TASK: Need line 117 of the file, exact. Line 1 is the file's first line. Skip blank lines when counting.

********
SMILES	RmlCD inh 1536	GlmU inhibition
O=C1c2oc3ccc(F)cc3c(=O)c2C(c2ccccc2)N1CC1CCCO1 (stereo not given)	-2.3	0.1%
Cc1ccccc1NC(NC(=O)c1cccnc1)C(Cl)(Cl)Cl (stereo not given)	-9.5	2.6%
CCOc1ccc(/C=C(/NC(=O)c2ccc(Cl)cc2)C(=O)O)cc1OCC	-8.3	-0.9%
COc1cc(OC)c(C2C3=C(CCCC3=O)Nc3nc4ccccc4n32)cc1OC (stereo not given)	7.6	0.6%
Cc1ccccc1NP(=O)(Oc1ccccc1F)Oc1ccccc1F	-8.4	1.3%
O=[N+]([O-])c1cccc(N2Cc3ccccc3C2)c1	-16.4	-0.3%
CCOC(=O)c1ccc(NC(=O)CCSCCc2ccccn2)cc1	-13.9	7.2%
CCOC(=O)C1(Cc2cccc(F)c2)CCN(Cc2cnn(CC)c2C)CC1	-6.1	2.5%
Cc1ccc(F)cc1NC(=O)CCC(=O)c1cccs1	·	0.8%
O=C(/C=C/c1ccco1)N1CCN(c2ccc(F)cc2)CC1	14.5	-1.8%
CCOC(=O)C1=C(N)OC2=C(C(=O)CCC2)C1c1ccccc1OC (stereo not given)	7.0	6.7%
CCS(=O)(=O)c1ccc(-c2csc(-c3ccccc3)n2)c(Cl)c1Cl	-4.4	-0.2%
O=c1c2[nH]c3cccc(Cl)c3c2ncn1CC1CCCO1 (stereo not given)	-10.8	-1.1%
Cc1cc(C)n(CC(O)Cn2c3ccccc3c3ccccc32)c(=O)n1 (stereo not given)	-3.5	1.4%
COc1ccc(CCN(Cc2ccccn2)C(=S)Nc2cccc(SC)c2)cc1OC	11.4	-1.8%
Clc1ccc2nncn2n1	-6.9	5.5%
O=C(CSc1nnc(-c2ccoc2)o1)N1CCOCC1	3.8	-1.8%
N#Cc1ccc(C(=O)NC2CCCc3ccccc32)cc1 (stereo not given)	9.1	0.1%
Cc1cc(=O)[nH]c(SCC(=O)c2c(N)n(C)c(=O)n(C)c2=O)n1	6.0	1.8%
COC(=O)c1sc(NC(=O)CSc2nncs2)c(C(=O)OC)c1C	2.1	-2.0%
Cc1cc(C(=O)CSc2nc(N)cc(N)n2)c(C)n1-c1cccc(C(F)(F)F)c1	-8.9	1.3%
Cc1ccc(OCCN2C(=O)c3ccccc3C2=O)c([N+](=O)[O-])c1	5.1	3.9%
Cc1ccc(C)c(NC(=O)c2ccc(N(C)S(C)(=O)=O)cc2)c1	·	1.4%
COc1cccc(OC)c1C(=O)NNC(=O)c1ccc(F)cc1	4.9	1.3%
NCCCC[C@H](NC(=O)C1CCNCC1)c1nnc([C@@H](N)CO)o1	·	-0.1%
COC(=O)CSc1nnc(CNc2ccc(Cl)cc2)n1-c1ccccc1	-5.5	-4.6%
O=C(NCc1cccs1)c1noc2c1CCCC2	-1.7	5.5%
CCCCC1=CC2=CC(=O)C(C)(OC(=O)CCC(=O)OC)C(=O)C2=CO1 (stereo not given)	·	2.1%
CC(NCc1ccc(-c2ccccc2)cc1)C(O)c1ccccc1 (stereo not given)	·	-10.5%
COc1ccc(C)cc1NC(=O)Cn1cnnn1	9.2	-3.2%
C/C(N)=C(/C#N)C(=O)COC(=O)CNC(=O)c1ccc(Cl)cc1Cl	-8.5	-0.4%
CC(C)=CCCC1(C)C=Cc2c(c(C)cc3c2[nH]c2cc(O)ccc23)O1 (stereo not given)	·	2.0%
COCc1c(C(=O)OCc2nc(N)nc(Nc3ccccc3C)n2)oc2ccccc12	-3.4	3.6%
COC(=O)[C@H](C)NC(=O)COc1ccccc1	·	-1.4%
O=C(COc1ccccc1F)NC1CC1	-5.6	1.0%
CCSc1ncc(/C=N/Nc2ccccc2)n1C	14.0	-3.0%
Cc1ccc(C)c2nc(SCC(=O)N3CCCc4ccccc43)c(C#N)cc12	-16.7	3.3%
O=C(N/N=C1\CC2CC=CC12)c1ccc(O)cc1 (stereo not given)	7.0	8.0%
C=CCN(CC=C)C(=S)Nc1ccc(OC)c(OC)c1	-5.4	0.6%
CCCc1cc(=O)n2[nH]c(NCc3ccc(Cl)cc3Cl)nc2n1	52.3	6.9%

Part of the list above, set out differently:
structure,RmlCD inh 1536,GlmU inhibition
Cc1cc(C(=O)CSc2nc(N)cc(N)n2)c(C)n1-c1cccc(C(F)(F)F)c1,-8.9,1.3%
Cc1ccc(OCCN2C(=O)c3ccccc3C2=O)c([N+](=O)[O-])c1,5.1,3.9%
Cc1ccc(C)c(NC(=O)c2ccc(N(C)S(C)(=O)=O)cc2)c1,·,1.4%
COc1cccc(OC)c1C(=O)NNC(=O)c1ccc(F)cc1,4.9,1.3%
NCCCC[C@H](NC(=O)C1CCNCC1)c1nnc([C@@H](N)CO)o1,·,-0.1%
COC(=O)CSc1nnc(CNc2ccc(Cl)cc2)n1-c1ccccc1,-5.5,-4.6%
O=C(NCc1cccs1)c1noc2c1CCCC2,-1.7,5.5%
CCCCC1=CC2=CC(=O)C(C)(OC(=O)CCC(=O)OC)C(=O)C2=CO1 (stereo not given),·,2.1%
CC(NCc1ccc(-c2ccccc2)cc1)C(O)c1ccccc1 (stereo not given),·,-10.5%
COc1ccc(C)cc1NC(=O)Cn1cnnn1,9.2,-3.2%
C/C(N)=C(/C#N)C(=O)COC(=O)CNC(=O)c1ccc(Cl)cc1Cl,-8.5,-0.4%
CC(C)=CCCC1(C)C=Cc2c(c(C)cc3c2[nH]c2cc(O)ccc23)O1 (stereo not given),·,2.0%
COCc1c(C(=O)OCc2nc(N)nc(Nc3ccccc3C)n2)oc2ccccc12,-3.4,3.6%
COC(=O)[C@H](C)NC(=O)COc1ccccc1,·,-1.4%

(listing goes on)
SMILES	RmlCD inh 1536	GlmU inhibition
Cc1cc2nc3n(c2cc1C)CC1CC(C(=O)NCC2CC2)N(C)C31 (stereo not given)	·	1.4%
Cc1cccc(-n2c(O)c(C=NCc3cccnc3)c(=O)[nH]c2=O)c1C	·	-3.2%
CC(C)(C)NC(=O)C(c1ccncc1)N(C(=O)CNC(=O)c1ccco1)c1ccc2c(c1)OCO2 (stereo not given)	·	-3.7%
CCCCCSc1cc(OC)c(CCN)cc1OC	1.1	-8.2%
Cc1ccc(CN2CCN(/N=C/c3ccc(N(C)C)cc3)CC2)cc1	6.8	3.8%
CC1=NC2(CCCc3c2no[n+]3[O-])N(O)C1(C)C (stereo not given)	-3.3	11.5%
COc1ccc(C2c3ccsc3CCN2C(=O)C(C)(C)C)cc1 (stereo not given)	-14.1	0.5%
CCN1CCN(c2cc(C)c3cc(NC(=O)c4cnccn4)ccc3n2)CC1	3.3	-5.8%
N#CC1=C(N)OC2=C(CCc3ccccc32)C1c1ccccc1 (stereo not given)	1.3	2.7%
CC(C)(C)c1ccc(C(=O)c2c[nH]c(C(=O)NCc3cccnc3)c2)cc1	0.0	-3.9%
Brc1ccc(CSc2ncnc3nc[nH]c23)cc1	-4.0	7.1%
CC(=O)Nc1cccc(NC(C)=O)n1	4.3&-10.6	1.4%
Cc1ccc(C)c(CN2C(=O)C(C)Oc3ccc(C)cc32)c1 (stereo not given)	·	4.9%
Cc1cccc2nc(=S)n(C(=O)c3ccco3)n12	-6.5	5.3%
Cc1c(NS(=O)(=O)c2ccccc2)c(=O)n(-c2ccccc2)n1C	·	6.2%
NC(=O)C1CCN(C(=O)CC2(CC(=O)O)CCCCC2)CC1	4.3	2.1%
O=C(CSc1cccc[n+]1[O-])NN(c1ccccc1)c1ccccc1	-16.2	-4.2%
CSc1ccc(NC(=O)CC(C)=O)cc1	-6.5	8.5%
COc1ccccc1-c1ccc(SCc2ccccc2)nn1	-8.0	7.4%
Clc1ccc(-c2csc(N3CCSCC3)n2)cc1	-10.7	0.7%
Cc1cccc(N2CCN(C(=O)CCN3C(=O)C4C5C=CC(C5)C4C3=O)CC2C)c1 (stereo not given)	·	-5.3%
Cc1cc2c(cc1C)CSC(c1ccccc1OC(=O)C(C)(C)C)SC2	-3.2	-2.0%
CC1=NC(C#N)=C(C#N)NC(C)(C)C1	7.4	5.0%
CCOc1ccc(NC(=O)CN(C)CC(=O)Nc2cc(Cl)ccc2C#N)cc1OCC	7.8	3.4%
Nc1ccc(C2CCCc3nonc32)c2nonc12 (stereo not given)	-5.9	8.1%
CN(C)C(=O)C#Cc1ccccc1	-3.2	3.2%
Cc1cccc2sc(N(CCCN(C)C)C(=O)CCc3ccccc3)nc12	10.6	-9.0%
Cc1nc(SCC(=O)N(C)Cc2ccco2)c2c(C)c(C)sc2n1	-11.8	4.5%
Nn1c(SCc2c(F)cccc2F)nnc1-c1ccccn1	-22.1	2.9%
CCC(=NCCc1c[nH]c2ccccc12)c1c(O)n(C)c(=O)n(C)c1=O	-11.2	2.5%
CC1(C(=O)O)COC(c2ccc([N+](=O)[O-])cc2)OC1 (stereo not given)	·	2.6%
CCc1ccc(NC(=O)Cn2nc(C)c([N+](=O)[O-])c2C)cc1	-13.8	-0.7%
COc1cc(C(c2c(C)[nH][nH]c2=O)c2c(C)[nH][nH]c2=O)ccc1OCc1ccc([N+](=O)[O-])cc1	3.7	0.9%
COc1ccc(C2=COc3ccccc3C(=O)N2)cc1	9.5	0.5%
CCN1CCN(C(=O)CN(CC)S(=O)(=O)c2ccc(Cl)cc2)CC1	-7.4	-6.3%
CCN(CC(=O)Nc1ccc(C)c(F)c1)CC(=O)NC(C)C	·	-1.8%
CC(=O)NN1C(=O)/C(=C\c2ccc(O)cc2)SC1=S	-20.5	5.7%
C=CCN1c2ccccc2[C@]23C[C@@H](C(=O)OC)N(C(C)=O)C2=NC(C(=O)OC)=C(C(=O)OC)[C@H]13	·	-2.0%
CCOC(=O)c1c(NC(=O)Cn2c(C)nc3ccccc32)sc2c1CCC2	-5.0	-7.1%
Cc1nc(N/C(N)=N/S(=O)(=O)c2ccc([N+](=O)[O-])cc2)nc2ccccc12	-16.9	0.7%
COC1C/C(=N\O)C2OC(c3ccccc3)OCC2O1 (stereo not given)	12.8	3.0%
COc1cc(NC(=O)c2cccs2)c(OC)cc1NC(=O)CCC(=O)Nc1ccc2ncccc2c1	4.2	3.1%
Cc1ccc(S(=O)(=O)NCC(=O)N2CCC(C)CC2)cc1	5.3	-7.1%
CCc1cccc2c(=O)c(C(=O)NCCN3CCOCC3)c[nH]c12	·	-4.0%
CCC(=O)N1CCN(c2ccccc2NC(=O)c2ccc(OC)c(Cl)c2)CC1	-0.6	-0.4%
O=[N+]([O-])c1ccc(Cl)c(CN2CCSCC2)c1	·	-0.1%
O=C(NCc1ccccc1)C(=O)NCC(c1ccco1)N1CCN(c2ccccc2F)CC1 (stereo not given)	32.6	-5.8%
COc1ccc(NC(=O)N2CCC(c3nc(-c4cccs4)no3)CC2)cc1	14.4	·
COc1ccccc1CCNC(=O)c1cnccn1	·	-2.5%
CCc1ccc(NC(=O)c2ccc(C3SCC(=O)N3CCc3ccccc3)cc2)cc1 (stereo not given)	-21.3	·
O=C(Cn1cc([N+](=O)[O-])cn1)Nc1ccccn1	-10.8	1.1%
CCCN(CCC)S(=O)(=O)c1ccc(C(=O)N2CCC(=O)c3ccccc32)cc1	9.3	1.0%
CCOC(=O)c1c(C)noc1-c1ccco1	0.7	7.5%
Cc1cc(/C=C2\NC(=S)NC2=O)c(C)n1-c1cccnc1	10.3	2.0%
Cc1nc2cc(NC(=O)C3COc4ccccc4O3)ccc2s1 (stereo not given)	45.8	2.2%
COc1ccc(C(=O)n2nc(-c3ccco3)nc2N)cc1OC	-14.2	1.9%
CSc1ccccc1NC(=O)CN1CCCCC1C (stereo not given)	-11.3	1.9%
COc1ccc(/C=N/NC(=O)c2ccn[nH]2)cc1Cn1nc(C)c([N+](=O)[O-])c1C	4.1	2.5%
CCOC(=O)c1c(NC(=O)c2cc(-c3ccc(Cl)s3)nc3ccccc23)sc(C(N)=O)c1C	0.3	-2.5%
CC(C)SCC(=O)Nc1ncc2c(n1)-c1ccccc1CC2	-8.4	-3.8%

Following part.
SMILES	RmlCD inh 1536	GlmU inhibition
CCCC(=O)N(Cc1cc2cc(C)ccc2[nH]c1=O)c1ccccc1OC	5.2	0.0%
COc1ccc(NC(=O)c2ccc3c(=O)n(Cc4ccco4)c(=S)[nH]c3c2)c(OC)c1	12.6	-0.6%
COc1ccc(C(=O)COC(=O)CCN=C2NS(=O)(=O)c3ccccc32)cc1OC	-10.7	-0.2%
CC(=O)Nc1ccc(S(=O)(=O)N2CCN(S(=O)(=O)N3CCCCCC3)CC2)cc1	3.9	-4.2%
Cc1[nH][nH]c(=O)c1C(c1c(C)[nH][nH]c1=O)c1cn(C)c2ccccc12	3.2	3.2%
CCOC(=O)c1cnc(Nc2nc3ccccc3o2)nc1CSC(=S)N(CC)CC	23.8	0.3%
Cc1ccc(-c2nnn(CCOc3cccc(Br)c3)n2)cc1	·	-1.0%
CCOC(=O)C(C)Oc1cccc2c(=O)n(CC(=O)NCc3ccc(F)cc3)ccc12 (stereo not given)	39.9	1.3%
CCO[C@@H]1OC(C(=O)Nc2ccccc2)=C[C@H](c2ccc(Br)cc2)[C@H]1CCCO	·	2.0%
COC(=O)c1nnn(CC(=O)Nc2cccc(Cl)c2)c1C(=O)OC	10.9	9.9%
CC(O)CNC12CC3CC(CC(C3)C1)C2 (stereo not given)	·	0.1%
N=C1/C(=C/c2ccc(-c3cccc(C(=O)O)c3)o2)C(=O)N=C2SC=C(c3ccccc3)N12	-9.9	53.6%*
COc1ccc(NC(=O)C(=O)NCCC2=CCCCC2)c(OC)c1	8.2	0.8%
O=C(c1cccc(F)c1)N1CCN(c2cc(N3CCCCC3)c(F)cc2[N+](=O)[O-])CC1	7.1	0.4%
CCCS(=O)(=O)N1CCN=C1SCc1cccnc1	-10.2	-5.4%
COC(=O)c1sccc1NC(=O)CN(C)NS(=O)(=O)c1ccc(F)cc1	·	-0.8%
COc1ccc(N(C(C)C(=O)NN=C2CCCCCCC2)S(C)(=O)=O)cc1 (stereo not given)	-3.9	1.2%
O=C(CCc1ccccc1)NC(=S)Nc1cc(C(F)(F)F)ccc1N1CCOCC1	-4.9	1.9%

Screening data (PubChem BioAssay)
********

COc1ccc(/C=N/NC(=O)c2ccn[nH]2)cc1Cn1nc(C)c([N+](=O)[O-])c1C	4.1	2.5%